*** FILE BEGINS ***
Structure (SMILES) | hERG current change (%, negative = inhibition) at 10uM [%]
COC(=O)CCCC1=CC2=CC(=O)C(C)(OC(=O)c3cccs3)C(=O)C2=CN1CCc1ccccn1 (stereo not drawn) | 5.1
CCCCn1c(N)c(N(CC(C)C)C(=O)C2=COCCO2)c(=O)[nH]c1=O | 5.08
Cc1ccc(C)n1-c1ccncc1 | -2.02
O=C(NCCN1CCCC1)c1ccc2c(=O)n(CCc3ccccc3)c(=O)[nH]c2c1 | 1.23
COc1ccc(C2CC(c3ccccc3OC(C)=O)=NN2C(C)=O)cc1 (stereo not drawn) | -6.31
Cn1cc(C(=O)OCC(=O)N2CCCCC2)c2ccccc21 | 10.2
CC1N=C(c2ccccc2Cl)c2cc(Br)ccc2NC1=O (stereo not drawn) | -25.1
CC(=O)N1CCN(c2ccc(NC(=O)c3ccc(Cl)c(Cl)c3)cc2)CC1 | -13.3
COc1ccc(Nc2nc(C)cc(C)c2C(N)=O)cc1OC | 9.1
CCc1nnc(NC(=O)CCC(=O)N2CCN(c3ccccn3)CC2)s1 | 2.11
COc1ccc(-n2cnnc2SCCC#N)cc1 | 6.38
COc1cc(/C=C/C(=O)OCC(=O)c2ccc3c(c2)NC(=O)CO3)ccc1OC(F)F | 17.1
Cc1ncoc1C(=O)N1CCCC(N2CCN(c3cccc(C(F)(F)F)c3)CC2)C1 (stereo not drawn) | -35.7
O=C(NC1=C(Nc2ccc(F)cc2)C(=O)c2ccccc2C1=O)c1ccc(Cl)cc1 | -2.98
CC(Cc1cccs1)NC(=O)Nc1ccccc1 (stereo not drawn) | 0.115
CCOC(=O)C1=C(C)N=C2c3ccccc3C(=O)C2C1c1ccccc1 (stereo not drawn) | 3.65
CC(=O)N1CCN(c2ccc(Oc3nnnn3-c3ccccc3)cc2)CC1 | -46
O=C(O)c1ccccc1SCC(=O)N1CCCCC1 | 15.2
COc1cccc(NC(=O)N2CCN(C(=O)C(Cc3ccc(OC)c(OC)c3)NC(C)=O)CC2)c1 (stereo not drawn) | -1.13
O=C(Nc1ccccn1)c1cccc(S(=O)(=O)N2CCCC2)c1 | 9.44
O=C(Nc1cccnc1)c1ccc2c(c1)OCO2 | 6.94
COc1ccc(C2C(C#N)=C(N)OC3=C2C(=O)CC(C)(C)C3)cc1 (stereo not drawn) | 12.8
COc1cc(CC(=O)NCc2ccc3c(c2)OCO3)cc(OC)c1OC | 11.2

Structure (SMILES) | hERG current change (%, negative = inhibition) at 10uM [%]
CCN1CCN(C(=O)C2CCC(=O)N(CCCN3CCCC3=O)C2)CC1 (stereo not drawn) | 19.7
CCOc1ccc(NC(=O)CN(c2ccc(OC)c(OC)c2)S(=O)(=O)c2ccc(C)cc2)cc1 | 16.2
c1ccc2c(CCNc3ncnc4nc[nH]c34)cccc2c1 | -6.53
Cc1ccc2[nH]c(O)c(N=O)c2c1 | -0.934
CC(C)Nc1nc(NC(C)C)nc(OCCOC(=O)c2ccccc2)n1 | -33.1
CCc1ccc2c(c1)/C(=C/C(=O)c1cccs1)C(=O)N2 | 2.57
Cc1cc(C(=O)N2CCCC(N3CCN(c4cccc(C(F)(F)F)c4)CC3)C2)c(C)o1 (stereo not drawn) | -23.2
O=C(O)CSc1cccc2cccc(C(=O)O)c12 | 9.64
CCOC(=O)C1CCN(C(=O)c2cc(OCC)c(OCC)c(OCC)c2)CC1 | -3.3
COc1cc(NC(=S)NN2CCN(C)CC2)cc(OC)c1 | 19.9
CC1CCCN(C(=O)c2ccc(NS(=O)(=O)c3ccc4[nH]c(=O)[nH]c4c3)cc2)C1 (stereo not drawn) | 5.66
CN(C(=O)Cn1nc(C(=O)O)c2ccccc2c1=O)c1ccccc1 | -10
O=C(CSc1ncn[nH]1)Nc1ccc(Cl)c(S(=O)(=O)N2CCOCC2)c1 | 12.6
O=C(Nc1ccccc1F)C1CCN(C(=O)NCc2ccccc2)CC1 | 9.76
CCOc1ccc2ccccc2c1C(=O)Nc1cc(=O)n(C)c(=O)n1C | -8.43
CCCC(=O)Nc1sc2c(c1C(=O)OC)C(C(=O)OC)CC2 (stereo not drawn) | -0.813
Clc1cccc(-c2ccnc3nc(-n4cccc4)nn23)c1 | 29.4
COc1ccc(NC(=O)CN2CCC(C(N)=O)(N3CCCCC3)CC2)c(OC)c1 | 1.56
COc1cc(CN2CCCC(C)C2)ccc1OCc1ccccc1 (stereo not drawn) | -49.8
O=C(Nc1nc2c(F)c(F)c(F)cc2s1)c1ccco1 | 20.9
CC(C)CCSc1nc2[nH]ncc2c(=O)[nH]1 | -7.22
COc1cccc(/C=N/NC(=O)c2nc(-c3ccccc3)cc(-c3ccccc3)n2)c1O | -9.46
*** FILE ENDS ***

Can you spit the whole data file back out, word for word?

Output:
Structure (SMILES) | hERG current change (%, negative = inhibition) at 10uM [%]
COC(=O)CCCC1=CC2=CC(=O)C(C)(OC(=O)c3cccs3)C(=O)C2=CN1CCc1ccccn1 (stereo not drawn) | 5.1
CCCCn1c(N)c(N(CC(C)C)C(=O)C2=COCCO2)c(=O)[nH]c1=O | 5.08
Cc1ccc(C)n1-c1ccncc1 | -2.02
O=C(NCCN1CCCC1)c1ccc2c(=O)n(CCc3ccccc3)c(=O)[nH]c2c1 | 1.23
COc1ccc(C2CC(c3ccccc3OC(C)=O)=NN2C(C)=O)cc1 (stereo not drawn) | -6.31
Cn1cc(C(=O)OCC(=O)N2CCCCC2)c2ccccc21 | 10.2
CC1N=C(c2ccccc2Cl)c2cc(Br)ccc2NC1=O (stereo not drawn) | -25.1
CC(=O)N1CCN(c2ccc(NC(=O)c3ccc(Cl)c(Cl)c3)cc2)CC1 | -13.3
COc1ccc(Nc2nc(C)cc(C)c2C(N)=O)cc1OC | 9.1
CCc1nnc(NC(=O)CCC(=O)N2CCN(c3ccccn3)CC2)s1 | 2.11
COc1ccc(-n2cnnc2SCCC#N)cc1 | 6.38
COc1cc(/C=C/C(=O)OCC(=O)c2ccc3c(c2)NC(=O)CO3)ccc1OC(F)F | 17.1
Cc1ncoc1C(=O)N1CCCC(N2CCN(c3cccc(C(F)(F)F)c3)CC2)C1 (stereo not drawn) | -35.7
O=C(NC1=C(Nc2ccc(F)cc2)C(=O)c2ccccc2C1=O)c1ccc(Cl)cc1 | -2.98
CC(Cc1cccs1)NC(=O)Nc1ccccc1 (stereo not drawn) | 0.115
CCOC(=O)C1=C(C)N=C2c3ccccc3C(=O)C2C1c1ccccc1 (stereo not drawn) | 3.65
CC(=O)N1CCN(c2ccc(Oc3nnnn3-c3ccccc3)cc2)CC1 | -46
O=C(O)c1ccccc1SCC(=O)N1CCCCC1 | 15.2
COc1cccc(NC(=O)N2CCN(C(=O)C(Cc3ccc(OC)c(OC)c3)NC(C)=O)CC2)c1 (stereo not drawn) | -1.13
O=C(Nc1ccccn1)c1cccc(S(=O)(=O)N2CCCC2)c1 | 9.44
O=C(Nc1cccnc1)c1ccc2c(c1)OCO2 | 6.94
COc1ccc(C2C(C#N)=C(N)OC3=C2C(=O)CC(C)(C)C3)cc1 (stereo not drawn) | 12.8
COc1cc(CC(=O)NCc2ccc3c(c2)OCO3)cc(OC)c1OC | 11.2

Structure (SMILES) | hERG current change (%, negative = inhibition) at 10uM [%]
CCN1CCN(C(=O)C2CCC(=O)N(CCCN3CCCC3=O)C2)CC1 (stereo not drawn) | 19.7
CCOc1ccc(NC(=O)CN(c2ccc(OC)c(OC)c2)S(=O)(=O)c2ccc(C)cc2)cc1 | 16.2
c1ccc2c(CCNc3ncnc4nc[nH]c34)cccc2c1 | -6.53
Cc1ccc2[nH]c(O)c(N=O)c2c1 | -0.934
CC(C)Nc1nc(NC(C)C)nc(OCCOC(=O)c2ccccc2)n1 | -33.1
CCc1ccc2c(c1)/C(=C/C(=O)c1cccs1)C(=O)N2 | 2.57
Cc1cc(C(=O)N2CCCC(N3CCN(c4cccc(C(F)(F)F)c4)CC3)C2)c(C)o1 (stereo not drawn) | -23.2
O=C(O)CSc1cccc2cccc(C(=O)O)c12 | 9.64
CCOC(=O)C1CCN(C(=O)c2cc(OCC)c(OCC)c(OCC)c2)CC1 | -3.3
COc1cc(NC(=S)NN2CCN(C)CC2)cc(OC)c1 | 19.9
CC1CCCN(C(=O)c2ccc(NS(=O)(=O)c3ccc4[nH]c(=O)[nH]c4c3)cc2)C1 (stereo not drawn) | 5.66
CN(C(=O)Cn1nc(C(=O)O)c2ccccc2c1=O)c1ccccc1 | -10
O=C(CSc1ncn[nH]1)Nc1ccc(Cl)c(S(=O)(=O)N2CCOCC2)c1 | 12.6
O=C(Nc1ccccc1F)C1CCN(C(=O)NCc2ccccc2)CC1 | 9.76
CCOc1ccc2ccccc2c1C(=O)Nc1cc(=O)n(C)c(=O)n1C | -8.43
CCCC(=O)Nc1sc2c(c1C(=O)OC)C(C(=O)OC)CC2 (stereo not drawn) | -0.813
Clc1cccc(-c2ccnc3nc(-n4cccc4)nn23)c1 | 29.4
COc1ccc(NC(=O)CN2CCC(C(N)=O)(N3CCCCC3)CC2)c(OC)c1 | 1.56
COc1cc(CN2CCCC(C)C2)ccc1OCc1ccccc1 (stereo not drawn) | -49.8
O=C(Nc1nc2c(F)c(F)c(F)cc2s1)c1ccco1 | 20.9
CC(C)CCSc1nc2[nH]ncc2c(=O)[nH]1 | -7.22
COc1cccc(/C=N/NC(=O)c2nc(-c3ccccc3)cc(-c3ccccc3)n2)c1O | -9.46